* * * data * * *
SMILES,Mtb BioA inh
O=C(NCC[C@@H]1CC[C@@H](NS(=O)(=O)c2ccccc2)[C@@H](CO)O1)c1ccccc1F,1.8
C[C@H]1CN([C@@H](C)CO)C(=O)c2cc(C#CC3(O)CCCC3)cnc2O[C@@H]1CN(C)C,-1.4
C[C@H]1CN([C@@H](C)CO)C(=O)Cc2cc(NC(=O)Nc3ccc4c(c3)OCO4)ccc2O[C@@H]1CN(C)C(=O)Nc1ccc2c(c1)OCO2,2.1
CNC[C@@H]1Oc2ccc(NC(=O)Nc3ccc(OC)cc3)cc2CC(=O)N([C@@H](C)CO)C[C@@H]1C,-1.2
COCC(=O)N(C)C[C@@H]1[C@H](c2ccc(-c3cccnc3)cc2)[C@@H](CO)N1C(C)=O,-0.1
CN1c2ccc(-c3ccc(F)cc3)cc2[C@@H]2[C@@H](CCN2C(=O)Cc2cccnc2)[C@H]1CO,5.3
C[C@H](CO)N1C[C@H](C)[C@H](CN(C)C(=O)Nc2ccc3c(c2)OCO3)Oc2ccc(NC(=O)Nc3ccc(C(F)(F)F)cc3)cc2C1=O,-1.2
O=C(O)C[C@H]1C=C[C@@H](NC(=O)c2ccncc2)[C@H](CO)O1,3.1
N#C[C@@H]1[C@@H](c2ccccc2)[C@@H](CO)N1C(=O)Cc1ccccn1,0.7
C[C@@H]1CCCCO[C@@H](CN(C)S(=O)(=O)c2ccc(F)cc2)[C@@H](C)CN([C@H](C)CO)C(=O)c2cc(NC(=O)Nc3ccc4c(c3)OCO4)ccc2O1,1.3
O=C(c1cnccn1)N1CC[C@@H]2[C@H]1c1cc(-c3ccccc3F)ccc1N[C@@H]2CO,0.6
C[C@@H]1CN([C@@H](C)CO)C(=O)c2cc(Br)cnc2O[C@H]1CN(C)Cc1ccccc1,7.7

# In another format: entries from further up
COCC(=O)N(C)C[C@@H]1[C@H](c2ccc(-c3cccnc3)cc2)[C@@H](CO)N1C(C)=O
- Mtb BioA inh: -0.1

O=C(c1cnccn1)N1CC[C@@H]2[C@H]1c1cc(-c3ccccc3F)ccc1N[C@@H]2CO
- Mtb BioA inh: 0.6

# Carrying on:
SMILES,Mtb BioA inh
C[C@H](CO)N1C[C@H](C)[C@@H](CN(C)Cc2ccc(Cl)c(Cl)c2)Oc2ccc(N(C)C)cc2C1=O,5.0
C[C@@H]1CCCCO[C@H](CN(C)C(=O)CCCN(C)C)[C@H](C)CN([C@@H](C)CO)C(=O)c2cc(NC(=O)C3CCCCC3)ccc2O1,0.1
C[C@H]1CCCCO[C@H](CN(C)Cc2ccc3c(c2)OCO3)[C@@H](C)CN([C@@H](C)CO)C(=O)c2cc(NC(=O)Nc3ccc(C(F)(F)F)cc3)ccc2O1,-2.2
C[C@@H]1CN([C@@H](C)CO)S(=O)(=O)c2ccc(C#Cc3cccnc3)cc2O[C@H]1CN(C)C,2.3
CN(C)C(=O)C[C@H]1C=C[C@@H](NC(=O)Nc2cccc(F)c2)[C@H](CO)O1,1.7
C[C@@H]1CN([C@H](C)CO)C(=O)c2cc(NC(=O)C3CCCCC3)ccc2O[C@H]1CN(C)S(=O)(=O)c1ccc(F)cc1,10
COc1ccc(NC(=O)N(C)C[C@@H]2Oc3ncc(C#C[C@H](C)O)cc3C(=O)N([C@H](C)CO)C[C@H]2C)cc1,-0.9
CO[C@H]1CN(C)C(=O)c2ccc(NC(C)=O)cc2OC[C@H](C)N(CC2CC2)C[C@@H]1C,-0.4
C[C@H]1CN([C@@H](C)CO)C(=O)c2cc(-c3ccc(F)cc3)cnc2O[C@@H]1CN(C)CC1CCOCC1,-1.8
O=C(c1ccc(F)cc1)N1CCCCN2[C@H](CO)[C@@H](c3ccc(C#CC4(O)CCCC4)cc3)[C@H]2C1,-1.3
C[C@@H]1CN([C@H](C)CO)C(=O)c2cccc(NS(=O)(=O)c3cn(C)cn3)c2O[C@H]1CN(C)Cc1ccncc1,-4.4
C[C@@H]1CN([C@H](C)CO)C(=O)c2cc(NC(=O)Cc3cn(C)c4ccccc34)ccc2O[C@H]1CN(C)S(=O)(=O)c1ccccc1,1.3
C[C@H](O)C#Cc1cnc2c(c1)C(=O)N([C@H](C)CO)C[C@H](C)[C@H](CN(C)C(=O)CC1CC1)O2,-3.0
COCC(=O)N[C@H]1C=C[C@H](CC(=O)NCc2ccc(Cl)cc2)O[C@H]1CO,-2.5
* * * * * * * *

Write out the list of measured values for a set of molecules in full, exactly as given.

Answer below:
SMILES,Mtb BioA inh
O=C(NCC[C@@H]1CC[C@@H](NS(=O)(=O)c2ccccc2)[C@@H](CO)O1)c1ccccc1F,1.8
C[C@H]1CN([C@@H](C)CO)C(=O)c2cc(C#CC3(O)CCCC3)cnc2O[C@@H]1CN(C)C,-1.4
C[C@H]1CN([C@@H](C)CO)C(=O)Cc2cc(NC(=O)Nc3ccc4c(c3)OCO4)ccc2O[C@@H]1CN(C)C(=O)Nc1ccc2c(c1)OCO2,2.1
CNC[C@@H]1Oc2ccc(NC(=O)Nc3ccc(OC)cc3)cc2CC(=O)N([C@@H](C)CO)C[C@@H]1C,-1.2
COCC(=O)N(C)C[C@@H]1[C@H](c2ccc(-c3cccnc3)cc2)[C@@H](CO)N1C(C)=O,-0.1
CN1c2ccc(-c3ccc(F)cc3)cc2[C@@H]2[C@@H](CCN2C(=O)Cc2cccnc2)[C@H]1CO,5.3
C[C@H](CO)N1C[C@H](C)[C@H](CN(C)C(=O)Nc2ccc3c(c2)OCO3)Oc2ccc(NC(=O)Nc3ccc(C(F)(F)F)cc3)cc2C1=O,-1.2
O=C(O)C[C@H]1C=C[C@@H](NC(=O)c2ccncc2)[C@H](CO)O1,3.1
N#C[C@@H]1[C@@H](c2ccccc2)[C@@H](CO)N1C(=O)Cc1ccccn1,0.7
C[C@@H]1CCCCO[C@@H](CN(C)S(=O)(=O)c2ccc(F)cc2)[C@@H](C)CN([C@H](C)CO)C(=O)c2cc(NC(=O)Nc3ccc4c(c3)OCO4)ccc2O1,1.3
O=C(c1cnccn1)N1CC[C@@H]2[C@H]1c1cc(-c3ccccc3F)ccc1N[C@@H]2CO,0.6
C[C@@H]1CN([C@@H](C)CO)C(=O)c2cc(Br)cnc2O[C@H]1CN(C)Cc1ccccc1,7.7

# In another format: entries from further up
COCC(=O)N(C)C[C@@H]1[C@H](c2ccc(-c3cccnc3)cc2)[C@@H](CO)N1C(C)=O
- Mtb BioA inh: -0.1

O=C(c1cnccn1)N1CC[C@@H]2[C@H]1c1cc(-c3ccccc3F)ccc1N[C@@H]2CO
- Mtb BioA inh: 0.6

# Carrying on:
SMILES,Mtb BioA inh
C[C@H](CO)N1C[C@H](C)[C@@H](CN(C)Cc2ccc(Cl)c(Cl)c2)Oc2ccc(N(C)C)cc2C1=O,5.0
C[C@@H]1CCCCO[C@H](CN(C)C(=O)CCCN(C)C)[C@H](C)CN([C@@H](C)CO)C(=O)c2cc(NC(=O)C3CCCCC3)ccc2O1,0.1
C[C@H]1CCCCO[C@H](CN(C)Cc2ccc3c(c2)OCO3)[C@@H](C)CN([C@@H](C)CO)C(=O)c2cc(NC(=O)Nc3ccc(C(F)(F)F)cc3)ccc2O1,-2.2
C[C@@H]1CN([C@@H](C)CO)S(=O)(=O)c2ccc(C#Cc3cccnc3)cc2O[C@H]1CN(C)C,2.3
CN(C)C(=O)C[C@H]1C=C[C@@H](NC(=O)Nc2cccc(F)c2)[C@H](CO)O1,1.7
C[C@@H]1CN([C@H](C)CO)C(=O)c2cc(NC(=O)C3CCCCC3)ccc2O[C@H]1CN(C)S(=O)(=O)c1ccc(F)cc1,10
COc1ccc(NC(=O)N(C)C[C@@H]2Oc3ncc(C#C[C@H](C)O)cc3C(=O)N([C@H](C)CO)C[C@H]2C)cc1,-0.9
CO[C@H]1CN(C)C(=O)c2ccc(NC(C)=O)cc2OC[C@H](C)N(CC2CC2)C[C@@H]1C,-0.4
C[C@H]1CN([C@@H](C)CO)C(=O)c2cc(-c3ccc(F)cc3)cnc2O[C@@H]1CN(C)CC1CCOCC1,-1.8
O=C(c1ccc(F)cc1)N1CCCCN2[C@H](CO)[C@@H](c3ccc(C#CC4(O)CCCC4)cc3)[C@H]2C1,-1.3
C[C@@H]1CN([C@H](C)CO)C(=O)c2cccc(NS(=O)(=O)c3cn(C)cn3)c2O[C@H]1CN(C)Cc1ccncc1,-4.4
C[C@@H]1CN([C@H](C)CO)C(=O)c2cc(NC(=O)Cc3cn(C)c4ccccc34)ccc2O[C@H]1CN(C)S(=O)(=O)c1ccccc1,1.3
C[C@H](O)C#Cc1cnc2c(c1)C(=O)N([C@H](C)CO)C[C@H](C)[C@H](CN(C)C(=O)CC1CC1)O2,-3.0
COCC(=O)N[C@H]1C=C[C@H](CC(=O)NCc2ccc(Cl)cc2)O[C@H]1CO,-2.5